By Amie Parnes - 02/27/13 05:22 PM EST
President Obama will meet with congressional leaders at the White House on Friday to discuss preventing the automatic spending cuts set to take place that day, an administration official confirmed.
The meeting comes as efforts to resolve the sequester have stalled.
The meeting will include Speaker John BoehnerJohn BoehnerDems brace for immigration battle if Clinton wins 56 memorable moments from a wild presidential race Trump may pose problem for Ryan in Speaker vote MORE (R-Ohio), who has said, following other divisive budget battles, that he would not be returning to the negotiating table with Obama.
Obama also had a "brief conversation" with congressional leaders on Capitol Hill on Wednesday prior to attending the unveiling of the Rosa Parks statue, White House press secretary Jay Carney told reporters Wednesday.
"We remain hopeful that Republicans will understand the need to compromise and that compromise has balance at its essence," Carney said.
The White House has escalated its attacks on congressional Republicans, seeking to put the blame squarely on BoehnerJohn BoehnerDems brace for immigration battle if Clinton wins 56 memorable moments from a wild presidential race Trump may pose problem for Ryan in Speaker vote MORE and other lawmakers in an escalating public relations war.
Democrats argue the sequester should be replaced with a package of spending cuts and tax hikes that would fall on the wealthy and special interests. Republicans argue any replacement bill should not include new taxes.
Republicans after a weeklong recess have returned to Washington determined to not cede the stage to Obama.
On Tuesday, Boehner accused the Democratic-controlled Senate of failing to move on a bill to prevent the spending cuts from taking effect.
“We moved a bill in the House twice,” Boehner told reporters at a press conference. “We should not have to move a third bill before the Senate gets off their ass and begins to do something.”
At the same time, Republicans blamed Obama for coming up with idea of the sequester. And they also lobbed charges that the administration is employing scare tactics to win over public opinion.
“The president needs to stop campaigning, stop trying to scare the American people, stop trying to scare states,” Republican Gov. Bobby Jindal (La.) said on Monday.
Earlier in the week, the Obama administration warned that the spending cuts would leave the nation vulnerable to a terrorist attack.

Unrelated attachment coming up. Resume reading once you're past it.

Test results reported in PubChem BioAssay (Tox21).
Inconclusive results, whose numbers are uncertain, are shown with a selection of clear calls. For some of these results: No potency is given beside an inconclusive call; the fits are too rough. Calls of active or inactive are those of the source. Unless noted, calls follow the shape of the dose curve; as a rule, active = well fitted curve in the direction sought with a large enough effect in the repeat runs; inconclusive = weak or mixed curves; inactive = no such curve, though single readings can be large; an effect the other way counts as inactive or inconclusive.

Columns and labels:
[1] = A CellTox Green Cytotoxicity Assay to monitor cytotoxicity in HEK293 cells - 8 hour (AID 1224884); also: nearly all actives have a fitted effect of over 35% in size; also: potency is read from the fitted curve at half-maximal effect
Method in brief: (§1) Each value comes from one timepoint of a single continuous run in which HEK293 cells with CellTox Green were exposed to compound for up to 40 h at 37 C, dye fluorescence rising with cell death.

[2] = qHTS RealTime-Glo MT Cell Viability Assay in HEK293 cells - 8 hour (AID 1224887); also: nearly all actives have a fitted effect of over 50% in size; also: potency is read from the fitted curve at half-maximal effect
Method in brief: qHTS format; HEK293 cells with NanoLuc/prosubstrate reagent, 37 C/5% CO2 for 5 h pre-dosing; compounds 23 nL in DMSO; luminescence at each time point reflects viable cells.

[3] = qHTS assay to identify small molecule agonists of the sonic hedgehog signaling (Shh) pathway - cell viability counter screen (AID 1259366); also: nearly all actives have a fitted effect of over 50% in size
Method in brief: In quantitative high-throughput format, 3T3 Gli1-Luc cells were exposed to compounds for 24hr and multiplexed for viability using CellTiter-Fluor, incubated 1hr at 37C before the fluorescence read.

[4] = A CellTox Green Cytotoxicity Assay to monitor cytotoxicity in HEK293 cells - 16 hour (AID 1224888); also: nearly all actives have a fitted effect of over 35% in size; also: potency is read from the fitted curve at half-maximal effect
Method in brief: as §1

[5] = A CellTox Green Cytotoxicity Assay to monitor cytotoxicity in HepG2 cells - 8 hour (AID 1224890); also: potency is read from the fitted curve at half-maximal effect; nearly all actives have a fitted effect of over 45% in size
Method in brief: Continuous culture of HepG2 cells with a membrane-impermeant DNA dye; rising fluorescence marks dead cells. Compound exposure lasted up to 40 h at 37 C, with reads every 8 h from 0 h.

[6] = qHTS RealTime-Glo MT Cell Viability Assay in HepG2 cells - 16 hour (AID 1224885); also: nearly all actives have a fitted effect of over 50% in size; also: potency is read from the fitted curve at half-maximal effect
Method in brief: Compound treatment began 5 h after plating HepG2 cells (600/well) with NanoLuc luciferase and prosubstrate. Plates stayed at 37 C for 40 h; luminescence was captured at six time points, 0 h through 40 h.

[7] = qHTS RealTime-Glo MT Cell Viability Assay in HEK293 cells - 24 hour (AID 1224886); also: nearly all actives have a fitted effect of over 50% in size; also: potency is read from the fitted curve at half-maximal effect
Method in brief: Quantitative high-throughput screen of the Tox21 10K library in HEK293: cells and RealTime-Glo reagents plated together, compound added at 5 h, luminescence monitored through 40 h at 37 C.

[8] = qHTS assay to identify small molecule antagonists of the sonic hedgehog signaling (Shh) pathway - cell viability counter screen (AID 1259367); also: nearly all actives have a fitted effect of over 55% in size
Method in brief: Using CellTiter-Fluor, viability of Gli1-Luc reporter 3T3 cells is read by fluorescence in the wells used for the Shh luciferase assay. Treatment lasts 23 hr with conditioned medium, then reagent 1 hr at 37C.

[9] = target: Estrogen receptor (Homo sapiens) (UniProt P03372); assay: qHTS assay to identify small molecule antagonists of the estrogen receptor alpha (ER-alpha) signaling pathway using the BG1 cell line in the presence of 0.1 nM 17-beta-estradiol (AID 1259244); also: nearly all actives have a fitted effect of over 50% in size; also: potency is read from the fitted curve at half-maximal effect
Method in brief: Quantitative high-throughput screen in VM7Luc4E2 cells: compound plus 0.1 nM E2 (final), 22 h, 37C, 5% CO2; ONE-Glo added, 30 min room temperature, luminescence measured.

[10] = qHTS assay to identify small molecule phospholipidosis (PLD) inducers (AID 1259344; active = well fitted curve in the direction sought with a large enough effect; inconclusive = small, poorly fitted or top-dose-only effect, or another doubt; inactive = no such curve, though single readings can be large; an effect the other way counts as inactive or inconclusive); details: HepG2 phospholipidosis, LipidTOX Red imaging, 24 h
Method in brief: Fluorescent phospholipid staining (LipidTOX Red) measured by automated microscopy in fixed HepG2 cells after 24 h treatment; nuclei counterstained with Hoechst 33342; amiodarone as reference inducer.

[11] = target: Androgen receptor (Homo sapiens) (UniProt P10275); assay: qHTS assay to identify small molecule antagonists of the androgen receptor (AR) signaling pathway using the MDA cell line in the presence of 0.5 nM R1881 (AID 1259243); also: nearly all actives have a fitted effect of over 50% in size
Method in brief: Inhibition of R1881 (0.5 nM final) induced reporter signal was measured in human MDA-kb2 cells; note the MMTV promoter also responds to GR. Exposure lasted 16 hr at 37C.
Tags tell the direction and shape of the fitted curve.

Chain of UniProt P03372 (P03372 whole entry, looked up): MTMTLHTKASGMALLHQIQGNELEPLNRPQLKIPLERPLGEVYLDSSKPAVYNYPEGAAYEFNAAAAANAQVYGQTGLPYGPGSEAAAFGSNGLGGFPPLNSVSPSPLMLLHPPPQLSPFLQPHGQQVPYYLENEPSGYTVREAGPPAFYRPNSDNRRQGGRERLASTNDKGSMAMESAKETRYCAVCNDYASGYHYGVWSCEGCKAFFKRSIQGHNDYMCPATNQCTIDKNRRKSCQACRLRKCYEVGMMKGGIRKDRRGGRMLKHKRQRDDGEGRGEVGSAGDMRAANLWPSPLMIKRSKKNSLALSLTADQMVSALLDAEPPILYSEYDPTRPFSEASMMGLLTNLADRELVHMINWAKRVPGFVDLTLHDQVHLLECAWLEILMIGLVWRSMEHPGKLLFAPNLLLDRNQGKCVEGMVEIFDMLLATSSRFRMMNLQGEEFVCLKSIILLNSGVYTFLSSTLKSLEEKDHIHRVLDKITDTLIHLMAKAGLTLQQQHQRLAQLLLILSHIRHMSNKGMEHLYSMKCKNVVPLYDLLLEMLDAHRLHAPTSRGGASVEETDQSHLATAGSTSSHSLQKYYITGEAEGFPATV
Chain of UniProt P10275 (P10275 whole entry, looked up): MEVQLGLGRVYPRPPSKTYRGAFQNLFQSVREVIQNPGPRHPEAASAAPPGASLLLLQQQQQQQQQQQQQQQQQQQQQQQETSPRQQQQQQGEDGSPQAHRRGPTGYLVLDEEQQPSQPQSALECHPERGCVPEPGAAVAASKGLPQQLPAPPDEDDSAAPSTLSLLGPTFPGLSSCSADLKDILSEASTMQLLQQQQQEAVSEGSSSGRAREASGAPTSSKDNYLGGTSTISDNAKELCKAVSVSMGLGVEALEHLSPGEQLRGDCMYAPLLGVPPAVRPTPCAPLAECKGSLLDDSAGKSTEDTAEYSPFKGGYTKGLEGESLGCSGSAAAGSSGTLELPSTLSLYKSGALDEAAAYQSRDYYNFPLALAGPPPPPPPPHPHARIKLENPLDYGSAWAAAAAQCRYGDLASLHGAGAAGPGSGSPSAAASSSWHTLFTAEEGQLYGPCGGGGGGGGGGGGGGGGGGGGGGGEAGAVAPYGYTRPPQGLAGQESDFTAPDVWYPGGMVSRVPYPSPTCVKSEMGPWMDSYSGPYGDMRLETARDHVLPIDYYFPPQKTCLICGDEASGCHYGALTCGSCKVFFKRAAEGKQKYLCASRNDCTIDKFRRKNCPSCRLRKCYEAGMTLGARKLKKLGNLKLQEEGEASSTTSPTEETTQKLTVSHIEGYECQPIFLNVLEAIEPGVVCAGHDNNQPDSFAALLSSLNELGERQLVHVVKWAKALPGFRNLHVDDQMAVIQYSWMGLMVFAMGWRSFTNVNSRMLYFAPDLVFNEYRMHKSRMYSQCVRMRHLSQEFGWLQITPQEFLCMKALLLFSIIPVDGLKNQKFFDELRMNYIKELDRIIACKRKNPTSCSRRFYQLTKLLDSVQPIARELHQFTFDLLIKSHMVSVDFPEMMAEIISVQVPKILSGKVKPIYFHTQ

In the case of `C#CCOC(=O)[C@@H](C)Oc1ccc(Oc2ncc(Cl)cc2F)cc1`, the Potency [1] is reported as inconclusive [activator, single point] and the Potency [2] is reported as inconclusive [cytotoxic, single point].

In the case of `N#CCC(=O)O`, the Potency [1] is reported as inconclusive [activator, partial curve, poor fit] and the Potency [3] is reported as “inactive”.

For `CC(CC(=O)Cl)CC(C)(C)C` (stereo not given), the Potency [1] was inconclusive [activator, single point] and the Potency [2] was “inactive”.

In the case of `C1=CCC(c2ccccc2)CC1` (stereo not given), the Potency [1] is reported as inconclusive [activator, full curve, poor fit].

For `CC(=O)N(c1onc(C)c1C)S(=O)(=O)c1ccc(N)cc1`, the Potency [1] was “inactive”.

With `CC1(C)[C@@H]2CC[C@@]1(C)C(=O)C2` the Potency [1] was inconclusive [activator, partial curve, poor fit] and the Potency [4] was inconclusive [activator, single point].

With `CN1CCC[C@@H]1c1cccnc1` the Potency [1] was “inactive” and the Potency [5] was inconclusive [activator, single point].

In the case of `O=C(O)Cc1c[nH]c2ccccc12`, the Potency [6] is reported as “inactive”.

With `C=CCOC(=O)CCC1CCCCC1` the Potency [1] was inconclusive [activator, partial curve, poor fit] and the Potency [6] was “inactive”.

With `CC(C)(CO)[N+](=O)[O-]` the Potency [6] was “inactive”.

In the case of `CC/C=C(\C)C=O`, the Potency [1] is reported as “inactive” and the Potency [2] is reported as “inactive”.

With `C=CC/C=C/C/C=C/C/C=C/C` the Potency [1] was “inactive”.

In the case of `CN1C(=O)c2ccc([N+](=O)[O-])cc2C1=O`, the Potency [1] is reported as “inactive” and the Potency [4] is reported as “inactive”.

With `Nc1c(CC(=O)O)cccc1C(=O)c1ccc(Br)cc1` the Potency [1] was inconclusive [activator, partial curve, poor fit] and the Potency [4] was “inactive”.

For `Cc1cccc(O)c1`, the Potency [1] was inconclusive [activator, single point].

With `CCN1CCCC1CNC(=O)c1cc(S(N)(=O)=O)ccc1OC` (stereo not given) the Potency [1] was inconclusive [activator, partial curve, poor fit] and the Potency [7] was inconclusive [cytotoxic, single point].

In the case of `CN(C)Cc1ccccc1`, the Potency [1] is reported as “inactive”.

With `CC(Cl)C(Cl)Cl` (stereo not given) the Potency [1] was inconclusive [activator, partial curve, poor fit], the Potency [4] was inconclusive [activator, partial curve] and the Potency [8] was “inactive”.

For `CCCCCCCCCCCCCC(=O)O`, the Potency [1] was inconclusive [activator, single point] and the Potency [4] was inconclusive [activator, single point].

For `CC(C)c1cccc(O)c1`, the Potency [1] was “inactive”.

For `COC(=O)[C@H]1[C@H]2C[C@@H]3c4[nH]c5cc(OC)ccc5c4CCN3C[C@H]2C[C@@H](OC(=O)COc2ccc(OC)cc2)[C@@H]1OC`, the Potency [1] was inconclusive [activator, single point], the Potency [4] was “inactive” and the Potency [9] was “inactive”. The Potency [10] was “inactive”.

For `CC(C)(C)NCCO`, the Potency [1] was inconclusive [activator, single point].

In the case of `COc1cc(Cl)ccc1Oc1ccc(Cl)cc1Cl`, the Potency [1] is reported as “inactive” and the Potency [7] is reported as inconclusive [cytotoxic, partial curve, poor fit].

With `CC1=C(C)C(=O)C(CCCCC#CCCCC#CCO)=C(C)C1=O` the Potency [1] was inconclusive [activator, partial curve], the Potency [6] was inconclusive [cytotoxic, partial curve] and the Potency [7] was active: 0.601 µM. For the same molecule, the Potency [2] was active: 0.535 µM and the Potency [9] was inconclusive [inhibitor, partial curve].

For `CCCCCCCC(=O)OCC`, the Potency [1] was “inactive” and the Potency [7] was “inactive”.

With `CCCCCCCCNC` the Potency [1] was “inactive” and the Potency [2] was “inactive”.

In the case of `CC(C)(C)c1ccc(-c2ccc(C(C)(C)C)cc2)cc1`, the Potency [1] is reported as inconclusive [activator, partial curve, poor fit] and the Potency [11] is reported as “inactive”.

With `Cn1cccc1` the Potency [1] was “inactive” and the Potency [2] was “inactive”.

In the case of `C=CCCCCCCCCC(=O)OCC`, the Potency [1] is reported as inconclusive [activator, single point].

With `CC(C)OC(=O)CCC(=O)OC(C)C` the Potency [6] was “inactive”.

The White House believes it has the public's backing. And instead of sitting down with congressional leaders, Obama has been holding a string of White House and campaign-style events designed to put pressure on Republicans.
“These cuts are wrong,” Obama told a crowd Tuesday in Newport News, Va., where thousands in the shipbuilding industry could be hurt by the spending cuts. ”They're not smart. They're not fair. They're a self-inflicted wound that doesn't have to happen.”
The administration continued its aggressive PR offensive on Wednesday, dispatching Education Secretary Arne DuncanArne DuncanProposed Department of Education rule runs counter to ESSA's restrictions In search of the surest Common Core exit route The opt-out movement and the coddling epidemic MORE to discuss how the spending cuts would cause teacher layoffs and impact early childhood education programs.
Speaking to reporters at the White House, Duncan said the sequester could force as many as 14,000 teachers to lose their jobs and cost students at universities across the nation access to grants and work-study opportunities.
"I can't tell you how troubling that is to me and how angry it makes me feel," Duncan said. "It's mind-boggling to me. It's inconceivable that this could actually happen."
The Education secretary said the impending cuts come at an unfortunate time, when schools have already suffered steep budget cuts.
"School districts have been hit really, really hard," Duncan said.
Duncan sought to dispute claims that the administration hasn't been speaking to congressional leaders on a deal to avert the sequester.
"My sense is that there have been lots of conversations back and forth," he said.
Then, directing a message to congressional Republicans, Duncan added, "You have to compromise. You have to find common ground. You have to come to the middle."
— Published at 10 a.m. and updated.